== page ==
ROCKFORD, Ill. — John Fietsam drove from sunny southern
Illinois to the snow-mounded cornfields of northern Illinois to talk about corn,
corn diseases and corn pests.
So his audience at the Channel Achievement Series winter
meeting may have puzzled over the question he asked after showing a photo of two
“Do we have any deer hunters in the room?” he asked and
several of the Channel seeds salesmen and farmers raised their hands.
“Can you tell which one is the female?” he asked the
audience of his photo.
“If you’re trying to manage a deer herd, do you manage it by
hunting the bucks or the does? You have to manage the does, that’s where your
population is going to be driven, and it’s the same concept when you look at
corn rootworm management,” he said.
Fietsam said being able to identify the females in a corn
rootworm population is important when deciding what applications to use to
control the corn pests.
“If you are going to do a foliar application in soybeans or
corn to control western corn rootworm beetles, you better be going after the
female. They tend to emerge about two weeks after the males, and there’s about a
14-day period after they emerge that they are carrying eggs,” he said.
While a whitetail doe may produce one or two offspring, the
consequences for farmers of allowing western corn rootworm beetles to reproduce
is far more serious.
“Each western corn rootworm female can carry 500 to 1,000
eggs, so you can see why it’s important if we’re instituting management
practices, we’re going after killing 1,000 in one pop versus one in one pop,”
He emphasized the importance of using today’s technologies,
such as Genuity SmartStax, with its double mode of action for above- and
below-ground protection against corn rootworms because those technologies are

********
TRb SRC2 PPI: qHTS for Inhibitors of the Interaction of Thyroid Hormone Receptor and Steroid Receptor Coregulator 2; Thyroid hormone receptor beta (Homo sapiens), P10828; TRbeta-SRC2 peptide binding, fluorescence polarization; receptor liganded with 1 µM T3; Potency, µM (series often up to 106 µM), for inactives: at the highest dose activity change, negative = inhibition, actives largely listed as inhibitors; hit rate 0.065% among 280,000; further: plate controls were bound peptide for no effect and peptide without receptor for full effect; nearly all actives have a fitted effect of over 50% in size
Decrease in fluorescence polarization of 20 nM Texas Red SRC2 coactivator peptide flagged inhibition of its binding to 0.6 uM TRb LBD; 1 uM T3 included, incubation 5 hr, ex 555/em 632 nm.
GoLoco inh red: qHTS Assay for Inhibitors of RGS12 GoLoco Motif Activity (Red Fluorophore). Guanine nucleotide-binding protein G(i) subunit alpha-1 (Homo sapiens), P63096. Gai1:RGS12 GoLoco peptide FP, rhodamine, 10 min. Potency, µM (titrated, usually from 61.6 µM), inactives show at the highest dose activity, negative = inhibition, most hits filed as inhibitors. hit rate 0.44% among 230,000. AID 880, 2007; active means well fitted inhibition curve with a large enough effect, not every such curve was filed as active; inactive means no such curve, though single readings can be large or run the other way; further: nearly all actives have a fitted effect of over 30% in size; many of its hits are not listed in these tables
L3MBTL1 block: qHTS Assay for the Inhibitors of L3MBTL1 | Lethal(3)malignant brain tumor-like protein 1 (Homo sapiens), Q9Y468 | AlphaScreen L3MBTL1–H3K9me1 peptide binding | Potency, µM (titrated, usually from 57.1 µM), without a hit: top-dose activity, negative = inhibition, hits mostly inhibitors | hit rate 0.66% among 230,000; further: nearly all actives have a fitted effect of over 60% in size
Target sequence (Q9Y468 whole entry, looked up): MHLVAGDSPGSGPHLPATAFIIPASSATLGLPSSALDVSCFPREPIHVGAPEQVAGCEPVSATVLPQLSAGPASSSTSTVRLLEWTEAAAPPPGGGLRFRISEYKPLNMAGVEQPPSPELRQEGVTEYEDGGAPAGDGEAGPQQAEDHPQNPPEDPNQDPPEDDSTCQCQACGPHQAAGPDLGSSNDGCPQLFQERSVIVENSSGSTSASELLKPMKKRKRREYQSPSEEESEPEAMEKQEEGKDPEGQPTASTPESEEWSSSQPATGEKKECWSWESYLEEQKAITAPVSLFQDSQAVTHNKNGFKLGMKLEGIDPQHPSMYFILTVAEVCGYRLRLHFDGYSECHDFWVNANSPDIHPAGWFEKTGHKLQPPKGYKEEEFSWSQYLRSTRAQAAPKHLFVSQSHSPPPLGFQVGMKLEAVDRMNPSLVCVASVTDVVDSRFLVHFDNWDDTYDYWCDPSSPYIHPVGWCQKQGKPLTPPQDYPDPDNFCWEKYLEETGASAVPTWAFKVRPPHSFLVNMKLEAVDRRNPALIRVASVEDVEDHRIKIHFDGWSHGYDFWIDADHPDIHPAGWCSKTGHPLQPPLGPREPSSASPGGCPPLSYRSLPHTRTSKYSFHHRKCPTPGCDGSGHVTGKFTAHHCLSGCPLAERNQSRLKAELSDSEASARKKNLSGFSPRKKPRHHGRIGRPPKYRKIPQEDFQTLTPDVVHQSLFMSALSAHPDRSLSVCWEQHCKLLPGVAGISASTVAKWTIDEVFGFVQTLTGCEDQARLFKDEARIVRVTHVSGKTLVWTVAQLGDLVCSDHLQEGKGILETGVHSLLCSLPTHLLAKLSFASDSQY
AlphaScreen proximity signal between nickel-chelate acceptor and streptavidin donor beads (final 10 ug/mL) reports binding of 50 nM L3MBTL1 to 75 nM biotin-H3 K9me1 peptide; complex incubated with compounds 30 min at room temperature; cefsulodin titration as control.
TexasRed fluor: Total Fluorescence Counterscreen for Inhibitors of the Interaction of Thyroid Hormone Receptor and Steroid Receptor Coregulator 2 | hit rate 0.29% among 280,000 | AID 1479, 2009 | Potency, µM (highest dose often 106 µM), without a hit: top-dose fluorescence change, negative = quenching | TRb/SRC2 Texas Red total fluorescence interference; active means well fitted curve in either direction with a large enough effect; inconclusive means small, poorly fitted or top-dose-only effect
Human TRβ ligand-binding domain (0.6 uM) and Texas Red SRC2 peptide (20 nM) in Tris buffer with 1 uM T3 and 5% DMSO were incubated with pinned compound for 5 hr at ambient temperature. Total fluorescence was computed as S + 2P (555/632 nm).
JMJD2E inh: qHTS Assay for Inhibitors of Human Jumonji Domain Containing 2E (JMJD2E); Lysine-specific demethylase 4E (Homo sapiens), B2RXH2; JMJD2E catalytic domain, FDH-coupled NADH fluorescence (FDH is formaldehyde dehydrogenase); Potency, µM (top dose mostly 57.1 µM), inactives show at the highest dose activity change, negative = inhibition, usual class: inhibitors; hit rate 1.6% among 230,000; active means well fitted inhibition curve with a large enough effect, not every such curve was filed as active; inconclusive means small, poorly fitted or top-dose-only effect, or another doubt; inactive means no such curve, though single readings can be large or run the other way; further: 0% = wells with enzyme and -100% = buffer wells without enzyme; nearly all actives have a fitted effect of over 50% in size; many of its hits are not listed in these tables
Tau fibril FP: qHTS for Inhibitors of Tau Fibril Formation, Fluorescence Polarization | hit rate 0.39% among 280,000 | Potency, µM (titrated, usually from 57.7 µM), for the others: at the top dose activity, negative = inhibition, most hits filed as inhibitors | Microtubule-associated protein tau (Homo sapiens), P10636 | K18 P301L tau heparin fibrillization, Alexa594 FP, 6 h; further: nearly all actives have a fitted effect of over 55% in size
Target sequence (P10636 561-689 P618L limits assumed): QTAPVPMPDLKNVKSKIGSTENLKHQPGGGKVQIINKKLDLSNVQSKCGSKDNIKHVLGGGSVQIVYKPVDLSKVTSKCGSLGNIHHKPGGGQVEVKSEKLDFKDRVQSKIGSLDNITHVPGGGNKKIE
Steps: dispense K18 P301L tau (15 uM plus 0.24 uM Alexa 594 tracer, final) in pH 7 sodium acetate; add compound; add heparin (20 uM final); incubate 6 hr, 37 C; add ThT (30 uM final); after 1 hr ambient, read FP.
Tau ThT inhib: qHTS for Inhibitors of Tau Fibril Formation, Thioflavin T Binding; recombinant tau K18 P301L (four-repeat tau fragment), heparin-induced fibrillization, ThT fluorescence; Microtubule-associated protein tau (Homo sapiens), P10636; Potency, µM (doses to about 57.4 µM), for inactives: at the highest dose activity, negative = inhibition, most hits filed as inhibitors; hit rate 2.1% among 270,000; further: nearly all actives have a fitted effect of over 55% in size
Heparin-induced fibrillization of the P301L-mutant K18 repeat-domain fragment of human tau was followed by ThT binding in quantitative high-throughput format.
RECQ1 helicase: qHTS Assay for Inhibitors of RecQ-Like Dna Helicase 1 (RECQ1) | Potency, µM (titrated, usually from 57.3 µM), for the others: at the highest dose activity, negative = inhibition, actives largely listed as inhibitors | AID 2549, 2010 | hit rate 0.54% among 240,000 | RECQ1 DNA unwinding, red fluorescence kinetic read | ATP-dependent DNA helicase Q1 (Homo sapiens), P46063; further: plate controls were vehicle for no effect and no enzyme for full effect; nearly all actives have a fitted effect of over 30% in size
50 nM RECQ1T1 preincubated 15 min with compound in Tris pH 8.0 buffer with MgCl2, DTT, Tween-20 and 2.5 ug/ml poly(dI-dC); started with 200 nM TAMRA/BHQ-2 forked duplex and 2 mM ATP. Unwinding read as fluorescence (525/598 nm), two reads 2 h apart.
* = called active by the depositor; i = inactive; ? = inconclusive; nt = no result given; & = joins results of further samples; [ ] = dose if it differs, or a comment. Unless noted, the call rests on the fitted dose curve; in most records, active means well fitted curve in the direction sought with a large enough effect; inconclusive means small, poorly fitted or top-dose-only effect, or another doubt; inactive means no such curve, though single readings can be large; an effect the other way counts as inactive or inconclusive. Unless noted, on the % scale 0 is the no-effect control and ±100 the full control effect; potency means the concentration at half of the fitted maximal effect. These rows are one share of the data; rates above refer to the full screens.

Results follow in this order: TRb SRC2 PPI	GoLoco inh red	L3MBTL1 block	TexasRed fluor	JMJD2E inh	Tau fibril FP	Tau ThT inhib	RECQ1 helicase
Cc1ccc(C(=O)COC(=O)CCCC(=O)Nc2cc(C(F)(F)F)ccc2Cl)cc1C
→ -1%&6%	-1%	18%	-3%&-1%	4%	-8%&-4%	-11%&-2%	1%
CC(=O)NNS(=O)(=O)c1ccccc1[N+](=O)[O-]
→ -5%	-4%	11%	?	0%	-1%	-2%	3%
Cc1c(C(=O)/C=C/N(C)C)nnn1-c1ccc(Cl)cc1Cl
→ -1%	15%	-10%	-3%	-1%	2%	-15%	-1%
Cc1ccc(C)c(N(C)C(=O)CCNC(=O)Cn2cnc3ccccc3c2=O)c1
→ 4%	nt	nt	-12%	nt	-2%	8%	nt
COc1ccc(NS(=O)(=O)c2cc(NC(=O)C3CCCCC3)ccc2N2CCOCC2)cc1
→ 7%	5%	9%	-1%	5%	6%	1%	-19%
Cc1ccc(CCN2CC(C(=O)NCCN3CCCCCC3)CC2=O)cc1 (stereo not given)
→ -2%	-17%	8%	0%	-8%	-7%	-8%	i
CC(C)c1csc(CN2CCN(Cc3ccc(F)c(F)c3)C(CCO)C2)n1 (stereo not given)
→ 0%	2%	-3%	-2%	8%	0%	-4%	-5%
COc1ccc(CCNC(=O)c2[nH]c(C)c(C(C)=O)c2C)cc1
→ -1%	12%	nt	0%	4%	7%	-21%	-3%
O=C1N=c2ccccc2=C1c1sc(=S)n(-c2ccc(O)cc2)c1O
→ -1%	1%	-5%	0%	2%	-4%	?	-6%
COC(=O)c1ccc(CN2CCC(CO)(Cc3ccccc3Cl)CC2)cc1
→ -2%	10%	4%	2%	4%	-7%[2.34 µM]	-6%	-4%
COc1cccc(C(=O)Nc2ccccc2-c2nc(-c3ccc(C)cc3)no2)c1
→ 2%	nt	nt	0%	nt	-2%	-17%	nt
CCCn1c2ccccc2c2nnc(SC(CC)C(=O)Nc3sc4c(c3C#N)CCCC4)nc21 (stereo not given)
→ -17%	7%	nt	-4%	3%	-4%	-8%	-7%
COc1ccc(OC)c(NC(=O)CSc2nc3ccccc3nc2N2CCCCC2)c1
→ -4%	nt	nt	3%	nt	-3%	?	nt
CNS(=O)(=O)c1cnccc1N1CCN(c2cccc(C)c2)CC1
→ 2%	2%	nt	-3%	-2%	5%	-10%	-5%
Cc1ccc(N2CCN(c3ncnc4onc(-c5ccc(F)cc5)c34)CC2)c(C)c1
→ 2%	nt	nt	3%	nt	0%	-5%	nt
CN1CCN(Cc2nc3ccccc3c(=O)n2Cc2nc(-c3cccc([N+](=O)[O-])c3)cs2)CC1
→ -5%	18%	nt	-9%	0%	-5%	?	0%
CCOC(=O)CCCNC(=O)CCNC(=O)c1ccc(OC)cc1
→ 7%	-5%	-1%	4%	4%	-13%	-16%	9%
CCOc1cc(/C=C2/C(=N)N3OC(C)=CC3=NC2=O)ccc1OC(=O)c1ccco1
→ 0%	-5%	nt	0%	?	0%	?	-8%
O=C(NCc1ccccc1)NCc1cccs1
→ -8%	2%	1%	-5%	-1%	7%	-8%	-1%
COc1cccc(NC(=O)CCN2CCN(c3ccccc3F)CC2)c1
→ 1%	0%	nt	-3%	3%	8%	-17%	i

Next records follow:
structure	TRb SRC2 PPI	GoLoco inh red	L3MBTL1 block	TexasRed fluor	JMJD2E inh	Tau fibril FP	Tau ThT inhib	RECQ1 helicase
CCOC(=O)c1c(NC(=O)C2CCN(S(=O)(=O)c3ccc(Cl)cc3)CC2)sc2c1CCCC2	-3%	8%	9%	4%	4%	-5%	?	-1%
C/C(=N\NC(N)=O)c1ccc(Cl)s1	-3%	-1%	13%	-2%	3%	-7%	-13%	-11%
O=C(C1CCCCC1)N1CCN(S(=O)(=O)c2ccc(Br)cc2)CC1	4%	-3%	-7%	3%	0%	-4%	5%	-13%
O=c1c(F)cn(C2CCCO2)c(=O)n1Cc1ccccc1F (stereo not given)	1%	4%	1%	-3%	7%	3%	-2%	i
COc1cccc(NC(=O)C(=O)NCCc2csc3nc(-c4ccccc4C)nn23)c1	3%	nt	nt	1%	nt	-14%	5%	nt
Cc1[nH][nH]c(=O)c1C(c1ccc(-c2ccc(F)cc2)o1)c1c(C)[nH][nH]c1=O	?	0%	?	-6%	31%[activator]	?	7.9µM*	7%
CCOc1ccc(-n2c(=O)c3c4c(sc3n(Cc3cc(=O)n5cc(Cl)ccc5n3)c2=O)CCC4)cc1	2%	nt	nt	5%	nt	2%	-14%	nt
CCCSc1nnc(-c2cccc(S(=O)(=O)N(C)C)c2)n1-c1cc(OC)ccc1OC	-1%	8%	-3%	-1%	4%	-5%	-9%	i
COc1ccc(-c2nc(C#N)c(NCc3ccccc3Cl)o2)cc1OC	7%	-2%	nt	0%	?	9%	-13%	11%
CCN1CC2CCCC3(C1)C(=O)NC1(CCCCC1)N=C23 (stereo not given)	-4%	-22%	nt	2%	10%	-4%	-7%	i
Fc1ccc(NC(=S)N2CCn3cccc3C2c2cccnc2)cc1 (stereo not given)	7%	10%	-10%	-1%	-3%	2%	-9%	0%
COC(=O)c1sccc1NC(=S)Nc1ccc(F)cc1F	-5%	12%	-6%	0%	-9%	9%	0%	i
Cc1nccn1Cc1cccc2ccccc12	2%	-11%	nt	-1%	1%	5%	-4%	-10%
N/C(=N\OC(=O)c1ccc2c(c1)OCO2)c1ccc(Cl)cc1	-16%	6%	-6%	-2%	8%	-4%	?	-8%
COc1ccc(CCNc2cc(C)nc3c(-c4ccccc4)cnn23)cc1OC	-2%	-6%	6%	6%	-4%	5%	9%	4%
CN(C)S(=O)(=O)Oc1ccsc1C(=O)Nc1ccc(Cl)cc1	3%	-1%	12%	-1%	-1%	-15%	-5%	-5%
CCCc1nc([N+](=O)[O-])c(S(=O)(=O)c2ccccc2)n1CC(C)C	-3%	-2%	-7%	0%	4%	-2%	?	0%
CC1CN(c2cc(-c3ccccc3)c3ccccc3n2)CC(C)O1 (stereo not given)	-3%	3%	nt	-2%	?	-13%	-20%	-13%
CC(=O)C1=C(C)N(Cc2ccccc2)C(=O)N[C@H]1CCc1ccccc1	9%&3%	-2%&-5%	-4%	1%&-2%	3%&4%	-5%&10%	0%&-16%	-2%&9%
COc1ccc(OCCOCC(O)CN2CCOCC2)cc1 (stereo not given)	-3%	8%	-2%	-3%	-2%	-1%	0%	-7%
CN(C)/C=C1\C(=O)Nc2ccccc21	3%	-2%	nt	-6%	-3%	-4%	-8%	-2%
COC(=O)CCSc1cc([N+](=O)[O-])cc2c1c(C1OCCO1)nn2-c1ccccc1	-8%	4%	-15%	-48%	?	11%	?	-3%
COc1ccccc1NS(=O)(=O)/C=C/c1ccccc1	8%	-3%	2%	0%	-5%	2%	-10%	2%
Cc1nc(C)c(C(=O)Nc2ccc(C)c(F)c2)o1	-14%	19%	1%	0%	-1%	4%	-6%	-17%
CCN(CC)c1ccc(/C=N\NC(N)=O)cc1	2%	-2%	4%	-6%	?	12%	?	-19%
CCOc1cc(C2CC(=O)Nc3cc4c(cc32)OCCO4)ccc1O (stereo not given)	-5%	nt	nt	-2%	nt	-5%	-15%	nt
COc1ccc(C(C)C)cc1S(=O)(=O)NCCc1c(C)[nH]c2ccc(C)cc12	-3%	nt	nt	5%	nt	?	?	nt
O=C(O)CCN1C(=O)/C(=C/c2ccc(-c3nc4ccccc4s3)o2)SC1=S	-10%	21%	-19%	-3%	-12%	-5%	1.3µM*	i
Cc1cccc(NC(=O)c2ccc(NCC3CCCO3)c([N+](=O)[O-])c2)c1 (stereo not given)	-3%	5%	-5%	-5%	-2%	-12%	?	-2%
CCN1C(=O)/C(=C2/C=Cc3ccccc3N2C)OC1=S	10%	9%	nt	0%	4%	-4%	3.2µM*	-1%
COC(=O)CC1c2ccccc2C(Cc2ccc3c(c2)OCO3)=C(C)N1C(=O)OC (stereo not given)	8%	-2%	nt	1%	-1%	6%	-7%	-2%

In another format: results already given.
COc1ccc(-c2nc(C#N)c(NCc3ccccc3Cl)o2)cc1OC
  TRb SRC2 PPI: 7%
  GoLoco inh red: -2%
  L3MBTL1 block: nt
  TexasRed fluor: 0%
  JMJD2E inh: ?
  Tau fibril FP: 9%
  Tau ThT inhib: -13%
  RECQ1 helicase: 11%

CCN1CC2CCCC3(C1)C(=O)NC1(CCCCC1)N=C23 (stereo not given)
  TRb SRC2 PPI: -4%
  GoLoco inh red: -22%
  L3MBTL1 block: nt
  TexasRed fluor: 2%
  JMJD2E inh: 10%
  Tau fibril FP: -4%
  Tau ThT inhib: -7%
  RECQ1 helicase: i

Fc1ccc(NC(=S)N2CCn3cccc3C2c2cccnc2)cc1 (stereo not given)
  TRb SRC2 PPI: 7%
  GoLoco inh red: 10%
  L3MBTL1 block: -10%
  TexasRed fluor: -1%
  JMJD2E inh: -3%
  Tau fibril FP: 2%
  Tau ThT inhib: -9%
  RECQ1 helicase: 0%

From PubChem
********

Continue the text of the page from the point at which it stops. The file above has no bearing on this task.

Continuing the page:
the basis for new technologies.
“The next-generation corn rootworm technology really builds
on SmartStax with the dual-mode protection above and below ground. It utilizes a
non-Bt source of rootworm control, as well. It’s a novel approach known as RNAi
or RNA interference. Essentially what happens is RNA is the messenger in the
cell. DNA is the identifier of that plant. RNA is what DNA encodes to tell the
plant how to build proteins and how to function,” he said.
That same process happens in insects.
“If you think about this as RNA within the insect,
interfering RNA, which is natural for controlling genes within cells, what it
does is essentially cause the breakdown of that messaging RNA that’s encoding
for proteins. If you interfere and block that message, the cells within that
insect can’t remember how to produce those key critical proteins and over time,
the insect dies. It’s a very specific approach that’s unique to corn rootworm,”
He said it is not transferable to other insects, including
“The RNAi is matched specifically to the RNA of the
rootworm, so it’s not something that has impact on other insects, and it’s
highly, highly effective for controlling corn rootworm,” he said.
But in order for the new technologies to work, Fietsam said
farmers need to continue to both scout their own fields to see what insect